Shan Khan’s debut feature film, Honour, is an expose of honor killings in contemporary Britain— a reality not easily digested.
The story’s focus is Mona (Alysha Hart), a beautiful young British-Pakistani woman from an orthodox Muslim family. When Mona decides to run away with her Punjabi beau, Tanvir (Nikesh Patel), Mona’s mother (Harvey Virdi) and older brother Kasim (Faraz Ayub) feel betrayed and humiliated. In order to restore the family honor, the scheming duo hires an un-named bounty hunter (Paddy Considine) to kill Mona.
Khan’s film is ambitious in terms of storytelling, content, and character and, as such, is strategically complicated. What this means is that viewers must pay careful attention each step of the way, or they will miss something and get very lost. What’s readily apparent is that the story is not told in a linear fashion. This is seen at the beginning, when Mona’s murder appears to proceed in the family living room, before viewers have a chance to meet and understand the character. To perplex viewers further, this scene plays out in varying forms, later in the film, but is always vividly realistic.
In terms of characters, everyone seems sketchy and unlikable, with the possible exception of the complex Mona, a woman who’s simultaneously the fragile victim and an iron force. Special accolades should go to Harvey Virdi for her portrayal of the most calculating and vicious of all cinematic mothers, however neatly disguised, in morality and religion, she appears. Mona has two brothers. The seething Kasim (Faraz Ayub) is the most explosive and psychopathic of the two and, ironically, is employed as a cop. The younger brother, Adel (Shubham Saraf), and Mona’s boyfriend, Tanvir (Nikesh Patel), are both weak characters, and tend to be very easily manipulated by Kasim. What’s particularly distasteful about Tanvir, however, is how easily he turns on Mona to save his own skin.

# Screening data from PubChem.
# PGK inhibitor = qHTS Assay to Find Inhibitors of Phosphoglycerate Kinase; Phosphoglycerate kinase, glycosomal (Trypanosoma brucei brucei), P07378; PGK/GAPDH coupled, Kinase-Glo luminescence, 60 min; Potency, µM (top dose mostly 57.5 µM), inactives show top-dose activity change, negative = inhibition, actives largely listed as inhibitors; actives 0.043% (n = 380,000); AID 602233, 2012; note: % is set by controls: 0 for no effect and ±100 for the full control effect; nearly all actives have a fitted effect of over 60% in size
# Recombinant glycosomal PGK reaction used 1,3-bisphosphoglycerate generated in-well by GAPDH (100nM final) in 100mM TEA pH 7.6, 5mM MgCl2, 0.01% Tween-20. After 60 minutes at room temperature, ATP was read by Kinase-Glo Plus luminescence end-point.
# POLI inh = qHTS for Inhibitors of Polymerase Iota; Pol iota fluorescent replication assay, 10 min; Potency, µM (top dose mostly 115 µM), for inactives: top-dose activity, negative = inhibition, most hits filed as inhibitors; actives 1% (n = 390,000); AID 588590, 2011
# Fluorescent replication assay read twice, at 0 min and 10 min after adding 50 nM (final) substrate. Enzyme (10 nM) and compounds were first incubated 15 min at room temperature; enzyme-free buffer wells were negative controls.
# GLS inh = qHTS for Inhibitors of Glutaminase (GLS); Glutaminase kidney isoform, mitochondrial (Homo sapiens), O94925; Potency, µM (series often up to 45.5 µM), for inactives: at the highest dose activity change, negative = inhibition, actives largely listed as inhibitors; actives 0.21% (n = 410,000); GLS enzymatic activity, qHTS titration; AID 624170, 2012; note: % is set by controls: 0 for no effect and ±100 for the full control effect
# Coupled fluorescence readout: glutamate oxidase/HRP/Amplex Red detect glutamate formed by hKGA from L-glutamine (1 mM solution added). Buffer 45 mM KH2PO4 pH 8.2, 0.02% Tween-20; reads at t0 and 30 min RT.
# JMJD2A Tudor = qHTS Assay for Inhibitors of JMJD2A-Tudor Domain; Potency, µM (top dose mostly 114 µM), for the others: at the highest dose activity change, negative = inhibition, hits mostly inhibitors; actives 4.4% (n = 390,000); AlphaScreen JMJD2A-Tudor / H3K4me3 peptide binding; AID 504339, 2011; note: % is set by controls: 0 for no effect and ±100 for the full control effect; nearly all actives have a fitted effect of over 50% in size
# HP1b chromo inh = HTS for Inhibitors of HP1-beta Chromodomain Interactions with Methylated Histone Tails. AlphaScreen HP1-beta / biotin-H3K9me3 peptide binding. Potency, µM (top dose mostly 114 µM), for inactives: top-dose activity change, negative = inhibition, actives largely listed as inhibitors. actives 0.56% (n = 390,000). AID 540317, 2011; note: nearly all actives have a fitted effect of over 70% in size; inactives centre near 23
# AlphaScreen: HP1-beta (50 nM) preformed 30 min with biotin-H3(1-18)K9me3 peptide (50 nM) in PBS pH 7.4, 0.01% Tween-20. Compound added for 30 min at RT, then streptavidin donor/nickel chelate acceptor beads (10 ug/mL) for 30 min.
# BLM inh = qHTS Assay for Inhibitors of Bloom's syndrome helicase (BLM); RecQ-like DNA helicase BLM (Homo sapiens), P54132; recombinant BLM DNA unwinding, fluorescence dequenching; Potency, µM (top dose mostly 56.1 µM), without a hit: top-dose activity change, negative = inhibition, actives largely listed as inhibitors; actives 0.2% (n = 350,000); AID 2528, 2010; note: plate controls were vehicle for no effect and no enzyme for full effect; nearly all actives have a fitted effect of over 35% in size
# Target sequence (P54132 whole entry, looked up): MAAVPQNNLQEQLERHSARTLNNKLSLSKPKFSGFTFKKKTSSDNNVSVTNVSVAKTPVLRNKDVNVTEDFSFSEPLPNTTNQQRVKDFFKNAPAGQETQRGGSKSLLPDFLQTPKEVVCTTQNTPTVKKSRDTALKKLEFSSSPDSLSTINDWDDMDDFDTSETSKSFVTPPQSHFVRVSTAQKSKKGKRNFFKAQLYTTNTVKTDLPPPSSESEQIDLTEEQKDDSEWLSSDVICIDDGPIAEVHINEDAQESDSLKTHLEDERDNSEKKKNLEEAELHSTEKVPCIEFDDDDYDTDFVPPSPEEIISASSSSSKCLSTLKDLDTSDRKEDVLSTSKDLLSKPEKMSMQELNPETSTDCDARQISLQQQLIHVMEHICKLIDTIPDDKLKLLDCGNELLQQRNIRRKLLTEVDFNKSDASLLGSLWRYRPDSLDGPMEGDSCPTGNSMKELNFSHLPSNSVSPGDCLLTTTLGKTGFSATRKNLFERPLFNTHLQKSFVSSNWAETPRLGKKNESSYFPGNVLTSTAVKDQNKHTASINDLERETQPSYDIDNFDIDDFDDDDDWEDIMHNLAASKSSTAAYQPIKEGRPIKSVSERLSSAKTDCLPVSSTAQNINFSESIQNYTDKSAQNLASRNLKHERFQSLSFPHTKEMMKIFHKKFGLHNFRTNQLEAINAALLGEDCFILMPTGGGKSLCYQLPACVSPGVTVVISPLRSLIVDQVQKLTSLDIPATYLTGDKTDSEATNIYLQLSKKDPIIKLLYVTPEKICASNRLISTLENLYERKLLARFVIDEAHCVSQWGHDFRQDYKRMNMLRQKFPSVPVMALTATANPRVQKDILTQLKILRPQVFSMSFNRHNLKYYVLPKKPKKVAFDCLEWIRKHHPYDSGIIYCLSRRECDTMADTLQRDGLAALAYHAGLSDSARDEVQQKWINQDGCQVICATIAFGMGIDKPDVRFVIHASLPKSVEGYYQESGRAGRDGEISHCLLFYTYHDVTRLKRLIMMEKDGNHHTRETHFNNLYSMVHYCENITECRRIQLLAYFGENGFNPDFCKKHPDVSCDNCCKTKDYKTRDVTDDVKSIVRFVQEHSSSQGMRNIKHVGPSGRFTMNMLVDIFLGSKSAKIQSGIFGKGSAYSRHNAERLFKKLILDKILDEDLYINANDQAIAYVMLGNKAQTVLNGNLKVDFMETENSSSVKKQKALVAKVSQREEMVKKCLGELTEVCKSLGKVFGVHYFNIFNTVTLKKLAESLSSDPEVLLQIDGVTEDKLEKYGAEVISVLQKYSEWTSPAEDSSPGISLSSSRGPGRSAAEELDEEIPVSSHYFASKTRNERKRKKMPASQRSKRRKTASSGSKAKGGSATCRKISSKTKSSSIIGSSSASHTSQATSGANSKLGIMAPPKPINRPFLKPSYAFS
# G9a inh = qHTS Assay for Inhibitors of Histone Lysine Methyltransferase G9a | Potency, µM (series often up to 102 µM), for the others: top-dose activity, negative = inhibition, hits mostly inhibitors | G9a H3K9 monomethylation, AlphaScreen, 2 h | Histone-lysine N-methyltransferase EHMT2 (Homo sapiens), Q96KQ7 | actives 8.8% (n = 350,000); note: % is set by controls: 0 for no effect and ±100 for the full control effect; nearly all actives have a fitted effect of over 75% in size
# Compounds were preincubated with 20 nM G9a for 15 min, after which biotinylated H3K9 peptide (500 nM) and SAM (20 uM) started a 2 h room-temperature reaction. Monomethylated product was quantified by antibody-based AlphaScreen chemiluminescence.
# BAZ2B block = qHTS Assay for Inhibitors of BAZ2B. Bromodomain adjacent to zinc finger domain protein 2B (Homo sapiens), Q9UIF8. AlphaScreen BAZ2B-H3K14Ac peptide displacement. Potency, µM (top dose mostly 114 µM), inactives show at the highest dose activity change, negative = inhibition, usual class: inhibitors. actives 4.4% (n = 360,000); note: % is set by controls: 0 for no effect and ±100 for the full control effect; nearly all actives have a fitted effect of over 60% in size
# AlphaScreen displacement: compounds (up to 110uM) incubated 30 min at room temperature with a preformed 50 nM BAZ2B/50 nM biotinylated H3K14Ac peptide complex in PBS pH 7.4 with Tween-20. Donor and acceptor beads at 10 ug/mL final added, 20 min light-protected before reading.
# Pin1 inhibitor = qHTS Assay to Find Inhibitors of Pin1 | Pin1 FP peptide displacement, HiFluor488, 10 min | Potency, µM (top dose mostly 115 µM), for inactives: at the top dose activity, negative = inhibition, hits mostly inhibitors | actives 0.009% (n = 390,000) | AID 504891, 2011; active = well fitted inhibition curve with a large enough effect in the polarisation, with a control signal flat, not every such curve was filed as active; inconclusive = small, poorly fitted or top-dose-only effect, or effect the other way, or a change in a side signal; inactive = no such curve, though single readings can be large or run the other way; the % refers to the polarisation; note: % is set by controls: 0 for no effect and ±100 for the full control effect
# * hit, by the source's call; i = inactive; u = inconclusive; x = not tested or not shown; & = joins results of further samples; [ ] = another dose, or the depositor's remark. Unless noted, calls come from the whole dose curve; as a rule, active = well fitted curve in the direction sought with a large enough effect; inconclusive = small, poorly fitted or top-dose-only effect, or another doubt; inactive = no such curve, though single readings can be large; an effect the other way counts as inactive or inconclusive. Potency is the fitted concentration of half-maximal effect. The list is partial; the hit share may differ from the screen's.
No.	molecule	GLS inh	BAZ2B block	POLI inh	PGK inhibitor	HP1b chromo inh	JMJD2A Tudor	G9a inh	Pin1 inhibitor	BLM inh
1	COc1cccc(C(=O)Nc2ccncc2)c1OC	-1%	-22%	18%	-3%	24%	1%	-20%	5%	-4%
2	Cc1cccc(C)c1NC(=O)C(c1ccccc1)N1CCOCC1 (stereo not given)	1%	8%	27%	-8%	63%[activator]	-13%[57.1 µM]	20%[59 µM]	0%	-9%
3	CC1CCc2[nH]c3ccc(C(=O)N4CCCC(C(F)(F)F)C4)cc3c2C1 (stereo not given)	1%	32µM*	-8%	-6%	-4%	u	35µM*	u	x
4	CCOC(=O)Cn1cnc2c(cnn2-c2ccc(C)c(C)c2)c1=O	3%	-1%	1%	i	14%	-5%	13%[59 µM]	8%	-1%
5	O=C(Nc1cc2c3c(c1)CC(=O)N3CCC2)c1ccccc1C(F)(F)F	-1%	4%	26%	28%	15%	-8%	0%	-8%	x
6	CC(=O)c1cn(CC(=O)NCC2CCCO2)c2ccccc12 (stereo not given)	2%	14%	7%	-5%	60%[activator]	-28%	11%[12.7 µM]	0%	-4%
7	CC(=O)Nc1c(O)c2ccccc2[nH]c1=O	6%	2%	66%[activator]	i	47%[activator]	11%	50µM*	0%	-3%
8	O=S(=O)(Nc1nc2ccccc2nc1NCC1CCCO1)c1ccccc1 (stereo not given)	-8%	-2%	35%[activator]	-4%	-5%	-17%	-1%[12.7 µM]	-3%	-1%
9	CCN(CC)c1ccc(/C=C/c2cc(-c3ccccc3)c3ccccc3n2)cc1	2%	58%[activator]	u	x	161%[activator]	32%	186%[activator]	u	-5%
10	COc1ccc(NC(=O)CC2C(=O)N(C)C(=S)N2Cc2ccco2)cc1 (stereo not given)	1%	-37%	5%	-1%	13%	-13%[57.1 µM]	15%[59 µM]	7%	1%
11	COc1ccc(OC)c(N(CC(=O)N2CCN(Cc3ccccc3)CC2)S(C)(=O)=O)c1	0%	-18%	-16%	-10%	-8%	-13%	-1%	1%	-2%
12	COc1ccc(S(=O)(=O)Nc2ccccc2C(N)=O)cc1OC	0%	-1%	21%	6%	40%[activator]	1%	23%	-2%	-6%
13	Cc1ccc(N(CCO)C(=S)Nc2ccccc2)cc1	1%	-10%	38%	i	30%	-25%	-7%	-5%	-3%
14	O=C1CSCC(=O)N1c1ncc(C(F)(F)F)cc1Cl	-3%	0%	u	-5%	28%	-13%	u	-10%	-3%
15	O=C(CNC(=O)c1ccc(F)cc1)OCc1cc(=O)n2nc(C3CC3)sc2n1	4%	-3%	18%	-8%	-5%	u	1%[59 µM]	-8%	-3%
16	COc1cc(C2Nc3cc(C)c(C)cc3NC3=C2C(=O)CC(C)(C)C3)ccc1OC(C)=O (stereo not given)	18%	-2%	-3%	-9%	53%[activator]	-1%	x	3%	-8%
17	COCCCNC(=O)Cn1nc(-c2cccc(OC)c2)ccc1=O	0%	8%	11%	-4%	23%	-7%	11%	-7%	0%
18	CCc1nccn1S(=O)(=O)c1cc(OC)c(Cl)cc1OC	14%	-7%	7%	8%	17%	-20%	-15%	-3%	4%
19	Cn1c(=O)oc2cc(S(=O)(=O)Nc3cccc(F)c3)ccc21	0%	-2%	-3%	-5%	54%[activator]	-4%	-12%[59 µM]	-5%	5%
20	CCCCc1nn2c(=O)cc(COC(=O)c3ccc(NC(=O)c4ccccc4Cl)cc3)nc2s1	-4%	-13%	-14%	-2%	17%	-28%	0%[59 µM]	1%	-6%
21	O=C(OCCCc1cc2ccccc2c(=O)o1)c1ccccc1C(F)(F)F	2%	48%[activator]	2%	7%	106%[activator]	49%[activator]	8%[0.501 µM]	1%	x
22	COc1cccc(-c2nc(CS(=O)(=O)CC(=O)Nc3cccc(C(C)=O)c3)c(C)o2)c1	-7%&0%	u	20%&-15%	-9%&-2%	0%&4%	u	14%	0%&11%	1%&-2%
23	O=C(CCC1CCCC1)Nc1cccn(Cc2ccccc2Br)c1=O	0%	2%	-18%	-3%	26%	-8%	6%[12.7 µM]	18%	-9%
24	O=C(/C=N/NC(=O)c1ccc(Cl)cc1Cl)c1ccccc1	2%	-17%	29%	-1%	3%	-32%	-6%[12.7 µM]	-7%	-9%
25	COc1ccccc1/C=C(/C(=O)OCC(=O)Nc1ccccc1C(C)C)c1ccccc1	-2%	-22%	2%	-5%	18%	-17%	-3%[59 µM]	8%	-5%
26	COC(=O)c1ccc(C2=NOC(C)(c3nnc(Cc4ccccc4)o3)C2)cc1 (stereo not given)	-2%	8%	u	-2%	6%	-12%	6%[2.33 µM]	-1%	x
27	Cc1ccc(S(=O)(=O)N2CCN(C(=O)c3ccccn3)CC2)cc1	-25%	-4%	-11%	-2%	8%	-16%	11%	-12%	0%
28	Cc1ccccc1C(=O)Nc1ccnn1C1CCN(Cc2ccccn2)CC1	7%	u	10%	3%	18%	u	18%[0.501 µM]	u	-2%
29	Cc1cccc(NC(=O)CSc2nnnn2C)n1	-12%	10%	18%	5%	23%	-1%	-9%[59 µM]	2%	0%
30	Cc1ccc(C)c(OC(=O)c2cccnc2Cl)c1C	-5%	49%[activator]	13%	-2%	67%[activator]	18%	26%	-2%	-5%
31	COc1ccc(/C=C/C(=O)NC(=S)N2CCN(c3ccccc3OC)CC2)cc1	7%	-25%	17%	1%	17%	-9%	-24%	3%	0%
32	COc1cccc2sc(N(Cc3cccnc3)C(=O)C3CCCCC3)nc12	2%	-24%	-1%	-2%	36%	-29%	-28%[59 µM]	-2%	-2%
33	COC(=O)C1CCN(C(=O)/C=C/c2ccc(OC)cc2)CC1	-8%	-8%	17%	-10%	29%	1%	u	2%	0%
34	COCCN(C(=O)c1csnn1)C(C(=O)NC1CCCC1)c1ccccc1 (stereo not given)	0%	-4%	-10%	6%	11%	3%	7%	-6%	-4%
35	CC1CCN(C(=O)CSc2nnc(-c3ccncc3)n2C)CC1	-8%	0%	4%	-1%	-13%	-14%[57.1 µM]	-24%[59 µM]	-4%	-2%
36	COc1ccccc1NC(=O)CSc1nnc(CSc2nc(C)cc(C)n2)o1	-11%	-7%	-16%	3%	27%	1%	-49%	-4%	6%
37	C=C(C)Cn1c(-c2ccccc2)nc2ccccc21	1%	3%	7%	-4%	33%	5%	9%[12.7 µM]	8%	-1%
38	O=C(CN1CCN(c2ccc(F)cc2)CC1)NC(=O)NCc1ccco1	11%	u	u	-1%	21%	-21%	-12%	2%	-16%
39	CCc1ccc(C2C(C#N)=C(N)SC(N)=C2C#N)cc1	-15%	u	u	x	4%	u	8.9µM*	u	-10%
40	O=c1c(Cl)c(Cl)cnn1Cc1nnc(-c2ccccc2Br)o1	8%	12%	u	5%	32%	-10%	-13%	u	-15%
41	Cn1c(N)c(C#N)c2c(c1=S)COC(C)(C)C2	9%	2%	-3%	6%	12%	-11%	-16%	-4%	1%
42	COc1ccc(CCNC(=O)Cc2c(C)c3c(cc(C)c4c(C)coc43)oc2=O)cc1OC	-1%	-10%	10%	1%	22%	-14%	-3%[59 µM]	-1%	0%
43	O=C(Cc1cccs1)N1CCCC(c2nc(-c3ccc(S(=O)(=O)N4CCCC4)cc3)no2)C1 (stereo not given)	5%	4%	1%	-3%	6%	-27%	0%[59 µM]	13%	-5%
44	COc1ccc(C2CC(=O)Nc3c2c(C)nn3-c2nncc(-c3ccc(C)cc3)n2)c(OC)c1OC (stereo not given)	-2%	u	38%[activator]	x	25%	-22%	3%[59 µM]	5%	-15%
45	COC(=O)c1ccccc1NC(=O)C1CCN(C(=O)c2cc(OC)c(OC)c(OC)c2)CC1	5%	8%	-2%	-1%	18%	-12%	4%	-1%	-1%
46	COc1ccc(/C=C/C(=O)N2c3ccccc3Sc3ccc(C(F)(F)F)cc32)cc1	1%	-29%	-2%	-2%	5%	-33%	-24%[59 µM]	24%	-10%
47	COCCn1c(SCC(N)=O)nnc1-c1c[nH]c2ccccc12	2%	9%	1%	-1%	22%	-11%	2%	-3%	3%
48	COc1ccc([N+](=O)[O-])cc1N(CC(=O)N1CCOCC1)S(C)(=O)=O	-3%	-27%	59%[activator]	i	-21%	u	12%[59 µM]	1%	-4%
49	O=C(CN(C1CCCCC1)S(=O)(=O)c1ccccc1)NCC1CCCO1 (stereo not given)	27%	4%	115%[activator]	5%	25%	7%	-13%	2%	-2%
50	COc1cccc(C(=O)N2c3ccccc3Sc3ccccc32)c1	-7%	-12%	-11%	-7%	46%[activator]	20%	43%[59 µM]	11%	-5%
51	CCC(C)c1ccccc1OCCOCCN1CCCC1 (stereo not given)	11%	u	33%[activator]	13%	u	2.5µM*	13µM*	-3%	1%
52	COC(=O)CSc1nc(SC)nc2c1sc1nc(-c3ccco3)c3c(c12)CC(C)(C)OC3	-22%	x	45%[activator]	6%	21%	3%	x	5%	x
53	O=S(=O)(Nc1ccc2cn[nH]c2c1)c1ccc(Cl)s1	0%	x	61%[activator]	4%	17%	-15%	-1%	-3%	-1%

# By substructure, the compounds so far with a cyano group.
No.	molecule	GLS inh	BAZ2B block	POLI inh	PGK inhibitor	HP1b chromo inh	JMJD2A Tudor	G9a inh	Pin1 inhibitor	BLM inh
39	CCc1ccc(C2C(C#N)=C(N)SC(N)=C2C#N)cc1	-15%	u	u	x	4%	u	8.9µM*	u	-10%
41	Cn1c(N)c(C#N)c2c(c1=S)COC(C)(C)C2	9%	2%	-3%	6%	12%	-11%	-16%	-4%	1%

Then there’s the bounty hunter, that seemingly impenetrable character who’s in a class all his own. What we surmise about him, based upon a certain tattoo, is that he’s either a neo-nazi, or a white supremacist sympathizer. But much like Mona, all is not apparent in the bounty hunter’s persona, so be prepared for the extraordinary.
While I like most aspects of Honour, including a suspense factor that never dissipates, outstanding lighting ploys and camera work, I think that the final scene is much too long. There are several intervals where the film could or should have ended, but unfortunately dialogue continues on. This somewhat weakens the plot, but certainly not the surprise ending, which makes up for everything.
All in all, I think Honour is a very good film that should be seen. Khan points out cultural, social and familial issues that are unfortunately part of our world. Though what we see in the film is extreme, Honour encourages us to examine how we perceive religion, reputation and love, and whether we use their lessons for good, or something else. And in spite of Honour’s definite dark side, the film does have its softer moments, with occasional, and much-needed, comic relief. Again, you’ll have to look carefully for these scenes, but they are there.